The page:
Glamorous camping -- or glamping -- may have started out as a niche for extremely wealthy travelers or hardcore adventurists. But ever since safaris became all the rage a few years back, this mode of luxury tenting has been broadening and becoming a stronger force than ever. Most recently, we're noticing a daredevil streak in the world of glamping, too. Here's a look at the phenomenon on the rise, including who's doing it, why they're doing it, and the latest trends.Who's Doing It
How It's on the Rise
The glamping trend truly began to pick up a few years ago, with there are no signs of stopping. Under Canvas Group, a company that offers glamping accommodations near some of America's most beautiful National Parks, has "nearly doubled" its reservations since 2012. Across the pond, the figures for German and Austrian overnights in glamping accommodation rose by 18.5 percent in 2013, with an even greater rise forecast for 2015. Need more evidence that travelers are interested? Last fall, Linda Clark of glamping.com noted that Google searches for "glamping" increased by 15,000 within a 18-month period.
Why It's Popular
It's not difficult to imagine why glamping has become such a hit. Luxury aside, glamping accommodations are usually built right in the middle of your destination -- helping travelers make the most of precious vacation days, with enough time for rest and relaxation. To boot, glamping doesn't always have to be expensive. Going to Kenya for the ultimate Big Five drive with all the works is one thing, but more affordable options here in the States and all over the Americas abound.
A great resource: GlampingHub is a handy website that collects accommodations for comparison, and many are priced well below similarly equipped hotels. If you're looking to strike out on your own adventure, start there.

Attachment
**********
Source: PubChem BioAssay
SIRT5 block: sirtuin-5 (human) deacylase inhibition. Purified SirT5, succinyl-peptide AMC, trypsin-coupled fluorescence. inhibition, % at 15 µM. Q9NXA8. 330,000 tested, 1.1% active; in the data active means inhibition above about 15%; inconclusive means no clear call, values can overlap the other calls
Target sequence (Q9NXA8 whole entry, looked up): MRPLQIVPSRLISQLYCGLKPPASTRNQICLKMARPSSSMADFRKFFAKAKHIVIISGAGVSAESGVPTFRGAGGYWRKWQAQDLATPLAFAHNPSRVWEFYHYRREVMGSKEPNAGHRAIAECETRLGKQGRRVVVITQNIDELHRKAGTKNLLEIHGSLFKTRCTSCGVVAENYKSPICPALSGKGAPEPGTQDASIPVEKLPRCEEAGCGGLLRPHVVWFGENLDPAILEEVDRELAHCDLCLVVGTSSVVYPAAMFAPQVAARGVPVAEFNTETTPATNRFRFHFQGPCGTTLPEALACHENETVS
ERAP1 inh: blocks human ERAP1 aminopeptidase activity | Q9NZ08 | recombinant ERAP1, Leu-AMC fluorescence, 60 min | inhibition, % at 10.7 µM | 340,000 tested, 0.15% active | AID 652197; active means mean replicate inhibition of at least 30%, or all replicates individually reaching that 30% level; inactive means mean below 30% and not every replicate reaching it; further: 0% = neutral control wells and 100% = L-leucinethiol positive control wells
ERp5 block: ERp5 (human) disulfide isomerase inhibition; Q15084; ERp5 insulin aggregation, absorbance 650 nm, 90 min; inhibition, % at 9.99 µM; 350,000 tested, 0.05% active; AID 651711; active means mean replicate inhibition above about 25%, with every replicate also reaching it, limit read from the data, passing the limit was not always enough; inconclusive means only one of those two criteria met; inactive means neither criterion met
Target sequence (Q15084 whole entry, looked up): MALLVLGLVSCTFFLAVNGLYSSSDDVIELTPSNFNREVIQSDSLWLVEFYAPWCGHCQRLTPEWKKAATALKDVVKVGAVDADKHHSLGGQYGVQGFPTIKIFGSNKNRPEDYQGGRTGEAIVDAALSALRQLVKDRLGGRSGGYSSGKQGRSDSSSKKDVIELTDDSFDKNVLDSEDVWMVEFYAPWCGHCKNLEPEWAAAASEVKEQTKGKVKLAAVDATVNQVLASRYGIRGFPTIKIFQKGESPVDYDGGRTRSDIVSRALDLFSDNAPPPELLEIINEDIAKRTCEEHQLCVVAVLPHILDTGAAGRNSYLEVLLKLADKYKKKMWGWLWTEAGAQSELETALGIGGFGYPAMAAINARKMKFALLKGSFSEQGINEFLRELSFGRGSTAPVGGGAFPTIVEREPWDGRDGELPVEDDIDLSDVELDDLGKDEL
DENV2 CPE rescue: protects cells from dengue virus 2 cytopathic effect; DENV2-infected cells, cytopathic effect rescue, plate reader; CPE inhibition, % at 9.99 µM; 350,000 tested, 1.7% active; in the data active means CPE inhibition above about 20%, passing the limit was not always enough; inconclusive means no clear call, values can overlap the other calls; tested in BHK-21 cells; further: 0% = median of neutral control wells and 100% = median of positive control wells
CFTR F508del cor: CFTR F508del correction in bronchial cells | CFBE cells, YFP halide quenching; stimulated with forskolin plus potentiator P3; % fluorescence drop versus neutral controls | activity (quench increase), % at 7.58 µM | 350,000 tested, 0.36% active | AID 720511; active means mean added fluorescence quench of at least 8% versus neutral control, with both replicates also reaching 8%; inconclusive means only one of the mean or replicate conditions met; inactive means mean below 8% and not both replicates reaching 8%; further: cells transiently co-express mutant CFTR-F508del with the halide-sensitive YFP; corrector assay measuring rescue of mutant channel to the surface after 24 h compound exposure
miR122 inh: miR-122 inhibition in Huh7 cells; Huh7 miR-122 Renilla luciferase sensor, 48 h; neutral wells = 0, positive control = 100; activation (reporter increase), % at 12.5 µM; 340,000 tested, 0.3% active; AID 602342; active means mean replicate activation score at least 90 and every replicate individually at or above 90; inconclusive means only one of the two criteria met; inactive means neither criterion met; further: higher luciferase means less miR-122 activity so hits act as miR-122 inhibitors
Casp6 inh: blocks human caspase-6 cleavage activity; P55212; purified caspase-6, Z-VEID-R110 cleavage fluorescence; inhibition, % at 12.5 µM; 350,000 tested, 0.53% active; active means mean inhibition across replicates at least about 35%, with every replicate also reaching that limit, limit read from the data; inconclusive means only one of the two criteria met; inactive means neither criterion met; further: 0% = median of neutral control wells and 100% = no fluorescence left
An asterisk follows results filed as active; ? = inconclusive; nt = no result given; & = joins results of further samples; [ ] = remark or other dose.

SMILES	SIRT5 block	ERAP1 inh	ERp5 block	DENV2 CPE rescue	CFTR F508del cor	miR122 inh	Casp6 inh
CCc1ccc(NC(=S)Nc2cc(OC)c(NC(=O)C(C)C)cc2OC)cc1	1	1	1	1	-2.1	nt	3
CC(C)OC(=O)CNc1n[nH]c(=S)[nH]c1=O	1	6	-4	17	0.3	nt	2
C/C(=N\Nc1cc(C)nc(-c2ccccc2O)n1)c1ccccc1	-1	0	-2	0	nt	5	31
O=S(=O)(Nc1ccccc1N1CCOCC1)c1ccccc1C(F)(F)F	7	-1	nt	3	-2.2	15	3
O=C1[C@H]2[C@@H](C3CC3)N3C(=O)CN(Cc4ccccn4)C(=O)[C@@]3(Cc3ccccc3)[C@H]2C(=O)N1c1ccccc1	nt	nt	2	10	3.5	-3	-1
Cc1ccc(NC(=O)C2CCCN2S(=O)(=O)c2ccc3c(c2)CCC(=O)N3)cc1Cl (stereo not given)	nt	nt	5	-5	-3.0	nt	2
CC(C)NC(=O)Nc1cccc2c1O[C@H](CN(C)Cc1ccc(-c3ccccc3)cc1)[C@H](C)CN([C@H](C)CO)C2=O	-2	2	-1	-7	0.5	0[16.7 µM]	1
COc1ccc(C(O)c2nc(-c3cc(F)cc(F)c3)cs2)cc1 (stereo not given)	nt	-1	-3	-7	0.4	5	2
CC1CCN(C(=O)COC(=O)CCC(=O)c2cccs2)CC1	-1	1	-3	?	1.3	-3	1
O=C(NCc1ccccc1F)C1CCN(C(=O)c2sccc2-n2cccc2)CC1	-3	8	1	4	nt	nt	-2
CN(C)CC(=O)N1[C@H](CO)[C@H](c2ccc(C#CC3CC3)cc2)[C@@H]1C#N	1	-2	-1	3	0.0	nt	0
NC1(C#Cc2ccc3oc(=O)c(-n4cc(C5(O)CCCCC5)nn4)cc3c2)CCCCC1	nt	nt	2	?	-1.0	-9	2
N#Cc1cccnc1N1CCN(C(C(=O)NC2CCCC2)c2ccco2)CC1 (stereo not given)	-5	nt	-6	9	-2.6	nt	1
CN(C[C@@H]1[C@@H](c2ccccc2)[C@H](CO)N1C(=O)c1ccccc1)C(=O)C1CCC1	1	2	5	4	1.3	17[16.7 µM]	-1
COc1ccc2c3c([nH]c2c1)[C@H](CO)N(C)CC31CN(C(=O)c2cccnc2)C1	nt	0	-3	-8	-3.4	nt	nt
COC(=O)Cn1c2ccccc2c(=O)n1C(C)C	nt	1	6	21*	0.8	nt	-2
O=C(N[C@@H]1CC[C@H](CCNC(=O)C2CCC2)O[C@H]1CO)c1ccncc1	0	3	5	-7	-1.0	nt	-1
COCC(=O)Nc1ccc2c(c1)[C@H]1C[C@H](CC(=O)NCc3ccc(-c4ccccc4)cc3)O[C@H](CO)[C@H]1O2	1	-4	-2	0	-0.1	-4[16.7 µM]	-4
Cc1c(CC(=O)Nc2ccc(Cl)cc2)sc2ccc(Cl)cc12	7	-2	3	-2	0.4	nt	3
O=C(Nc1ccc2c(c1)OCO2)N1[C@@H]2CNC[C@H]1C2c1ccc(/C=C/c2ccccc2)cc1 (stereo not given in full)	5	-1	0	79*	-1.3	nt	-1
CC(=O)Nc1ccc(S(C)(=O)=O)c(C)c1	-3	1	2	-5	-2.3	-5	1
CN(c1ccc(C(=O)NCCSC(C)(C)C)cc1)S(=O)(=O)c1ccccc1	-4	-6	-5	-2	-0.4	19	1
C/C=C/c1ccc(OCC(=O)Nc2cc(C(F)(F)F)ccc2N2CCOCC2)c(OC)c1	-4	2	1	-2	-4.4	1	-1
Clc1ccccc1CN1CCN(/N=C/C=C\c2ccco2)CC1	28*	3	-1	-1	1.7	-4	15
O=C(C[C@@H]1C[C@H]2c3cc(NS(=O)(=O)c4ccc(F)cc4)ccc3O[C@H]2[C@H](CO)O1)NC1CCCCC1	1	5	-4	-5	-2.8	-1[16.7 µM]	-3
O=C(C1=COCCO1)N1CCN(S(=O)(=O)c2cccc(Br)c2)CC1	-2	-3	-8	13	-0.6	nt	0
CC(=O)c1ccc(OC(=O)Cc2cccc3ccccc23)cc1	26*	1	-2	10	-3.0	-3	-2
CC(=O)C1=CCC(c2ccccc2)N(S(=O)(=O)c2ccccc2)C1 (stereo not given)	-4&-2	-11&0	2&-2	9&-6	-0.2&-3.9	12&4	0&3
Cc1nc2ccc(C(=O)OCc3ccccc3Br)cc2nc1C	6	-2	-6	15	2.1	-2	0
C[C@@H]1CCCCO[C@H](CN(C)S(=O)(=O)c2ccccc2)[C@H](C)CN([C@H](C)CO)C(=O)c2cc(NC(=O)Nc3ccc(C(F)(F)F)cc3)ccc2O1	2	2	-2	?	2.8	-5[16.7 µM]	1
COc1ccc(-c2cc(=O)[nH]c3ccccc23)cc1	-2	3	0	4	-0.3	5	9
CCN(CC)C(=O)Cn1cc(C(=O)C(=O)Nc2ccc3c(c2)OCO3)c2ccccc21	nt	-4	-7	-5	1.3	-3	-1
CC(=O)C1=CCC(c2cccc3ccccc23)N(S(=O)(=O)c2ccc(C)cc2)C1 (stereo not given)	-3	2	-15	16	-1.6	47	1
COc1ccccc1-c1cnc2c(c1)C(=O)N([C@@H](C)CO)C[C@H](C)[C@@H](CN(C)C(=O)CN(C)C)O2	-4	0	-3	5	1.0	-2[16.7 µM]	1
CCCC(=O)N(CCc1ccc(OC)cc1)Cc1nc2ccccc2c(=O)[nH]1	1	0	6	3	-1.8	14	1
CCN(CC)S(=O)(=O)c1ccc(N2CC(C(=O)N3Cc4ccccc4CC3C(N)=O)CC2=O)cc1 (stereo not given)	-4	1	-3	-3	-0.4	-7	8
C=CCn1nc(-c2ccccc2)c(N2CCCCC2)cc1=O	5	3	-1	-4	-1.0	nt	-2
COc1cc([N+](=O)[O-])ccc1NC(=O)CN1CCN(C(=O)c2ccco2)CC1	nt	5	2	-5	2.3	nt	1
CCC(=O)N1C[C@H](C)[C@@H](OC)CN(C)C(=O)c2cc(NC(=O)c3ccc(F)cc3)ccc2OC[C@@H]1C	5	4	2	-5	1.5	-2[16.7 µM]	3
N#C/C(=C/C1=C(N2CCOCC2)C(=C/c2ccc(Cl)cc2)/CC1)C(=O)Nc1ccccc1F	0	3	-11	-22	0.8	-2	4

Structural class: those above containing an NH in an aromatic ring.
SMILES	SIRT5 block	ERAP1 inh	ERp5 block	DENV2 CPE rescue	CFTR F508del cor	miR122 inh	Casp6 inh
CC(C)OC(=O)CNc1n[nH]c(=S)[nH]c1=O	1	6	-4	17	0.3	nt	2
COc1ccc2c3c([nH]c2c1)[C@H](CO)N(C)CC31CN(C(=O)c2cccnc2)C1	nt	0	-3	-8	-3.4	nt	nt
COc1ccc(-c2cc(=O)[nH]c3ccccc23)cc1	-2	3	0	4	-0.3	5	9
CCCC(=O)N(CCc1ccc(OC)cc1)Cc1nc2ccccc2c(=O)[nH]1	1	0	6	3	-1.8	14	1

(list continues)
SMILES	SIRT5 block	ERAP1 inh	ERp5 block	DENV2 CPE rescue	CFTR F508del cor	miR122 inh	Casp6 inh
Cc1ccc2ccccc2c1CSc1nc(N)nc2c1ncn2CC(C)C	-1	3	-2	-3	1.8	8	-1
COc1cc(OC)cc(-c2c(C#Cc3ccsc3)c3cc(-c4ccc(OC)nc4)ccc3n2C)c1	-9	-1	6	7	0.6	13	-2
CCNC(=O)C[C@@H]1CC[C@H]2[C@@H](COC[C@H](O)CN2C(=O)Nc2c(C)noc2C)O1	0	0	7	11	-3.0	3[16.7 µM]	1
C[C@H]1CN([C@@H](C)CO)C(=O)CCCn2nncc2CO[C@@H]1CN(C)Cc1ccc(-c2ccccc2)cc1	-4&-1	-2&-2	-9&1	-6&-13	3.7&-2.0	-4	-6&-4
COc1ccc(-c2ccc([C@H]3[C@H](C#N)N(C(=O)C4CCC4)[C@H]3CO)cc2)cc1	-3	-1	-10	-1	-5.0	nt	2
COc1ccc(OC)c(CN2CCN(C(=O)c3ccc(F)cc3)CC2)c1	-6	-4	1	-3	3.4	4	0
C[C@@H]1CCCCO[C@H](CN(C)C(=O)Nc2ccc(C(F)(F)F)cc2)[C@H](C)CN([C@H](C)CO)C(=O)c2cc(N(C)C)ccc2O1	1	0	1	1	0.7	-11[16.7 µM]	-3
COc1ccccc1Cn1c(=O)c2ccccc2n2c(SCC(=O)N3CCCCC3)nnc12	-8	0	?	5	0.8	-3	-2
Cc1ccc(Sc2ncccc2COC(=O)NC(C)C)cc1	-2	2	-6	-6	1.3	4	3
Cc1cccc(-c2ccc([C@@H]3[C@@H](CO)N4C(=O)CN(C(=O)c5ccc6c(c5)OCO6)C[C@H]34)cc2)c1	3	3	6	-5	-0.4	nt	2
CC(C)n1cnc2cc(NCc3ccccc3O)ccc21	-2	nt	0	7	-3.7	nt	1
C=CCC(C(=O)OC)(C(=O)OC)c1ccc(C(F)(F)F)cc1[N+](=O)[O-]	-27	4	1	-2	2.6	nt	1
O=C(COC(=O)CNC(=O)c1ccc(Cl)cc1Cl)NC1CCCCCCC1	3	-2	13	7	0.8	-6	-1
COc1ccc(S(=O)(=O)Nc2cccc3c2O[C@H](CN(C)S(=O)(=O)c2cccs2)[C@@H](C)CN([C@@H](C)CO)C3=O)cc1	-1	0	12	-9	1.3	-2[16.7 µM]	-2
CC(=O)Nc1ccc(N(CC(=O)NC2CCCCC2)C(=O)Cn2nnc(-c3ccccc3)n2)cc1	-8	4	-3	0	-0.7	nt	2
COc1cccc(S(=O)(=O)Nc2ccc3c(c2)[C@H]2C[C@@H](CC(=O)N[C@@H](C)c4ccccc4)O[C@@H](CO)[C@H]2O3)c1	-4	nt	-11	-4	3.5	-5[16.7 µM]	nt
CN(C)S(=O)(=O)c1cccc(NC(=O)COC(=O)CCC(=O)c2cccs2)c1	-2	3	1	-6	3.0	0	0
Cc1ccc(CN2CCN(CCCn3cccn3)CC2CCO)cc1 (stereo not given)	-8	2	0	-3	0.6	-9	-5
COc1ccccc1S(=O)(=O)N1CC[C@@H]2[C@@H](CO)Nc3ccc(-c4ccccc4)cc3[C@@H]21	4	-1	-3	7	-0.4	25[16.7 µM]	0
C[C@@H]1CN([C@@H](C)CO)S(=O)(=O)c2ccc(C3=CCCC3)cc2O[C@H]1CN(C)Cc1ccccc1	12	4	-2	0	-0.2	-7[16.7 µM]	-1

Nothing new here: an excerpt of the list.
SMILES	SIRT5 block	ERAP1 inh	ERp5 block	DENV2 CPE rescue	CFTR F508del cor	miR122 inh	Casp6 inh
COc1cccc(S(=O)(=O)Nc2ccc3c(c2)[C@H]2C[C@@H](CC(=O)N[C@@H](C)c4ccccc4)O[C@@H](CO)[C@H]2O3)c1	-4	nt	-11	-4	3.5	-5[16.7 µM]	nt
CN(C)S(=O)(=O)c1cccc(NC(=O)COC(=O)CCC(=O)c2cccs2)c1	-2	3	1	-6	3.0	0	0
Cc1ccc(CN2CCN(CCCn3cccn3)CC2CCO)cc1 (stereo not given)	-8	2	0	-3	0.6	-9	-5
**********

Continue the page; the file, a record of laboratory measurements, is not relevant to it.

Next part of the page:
You'll find glamping in remote locations -- places where you'd typically pitch a tent. There are a few classics that we love, from the diverse luxury tents at Montana's 37,000-acre Resort at Paws Up to the tenthouse suites at Rockwater Secret Cove Resort in British Columbia, Canada.
But it seems like glamping has taken on a more extreme adventure bent as of late. Last year, race car fans were able to glamp for the first time ever inside the Speedway oval at the Indy500, via four-night packages at $650-$1,100 for two to four people. Just last week, many were fawning over Natura Vive's transparent sleep pods (see above photo) that hang 400-foot-high over the Sacred Valley of Cuzco, Peru. Of course, you'll have to climb or hike and zipline to these Skylodge Suites (from $289) -- but you'll be rewarded with a gourmet dinner with wine and breakfast in addition to the elevated views.
Who's ready to jump on the glamping bandwagon, daredevil streak or not?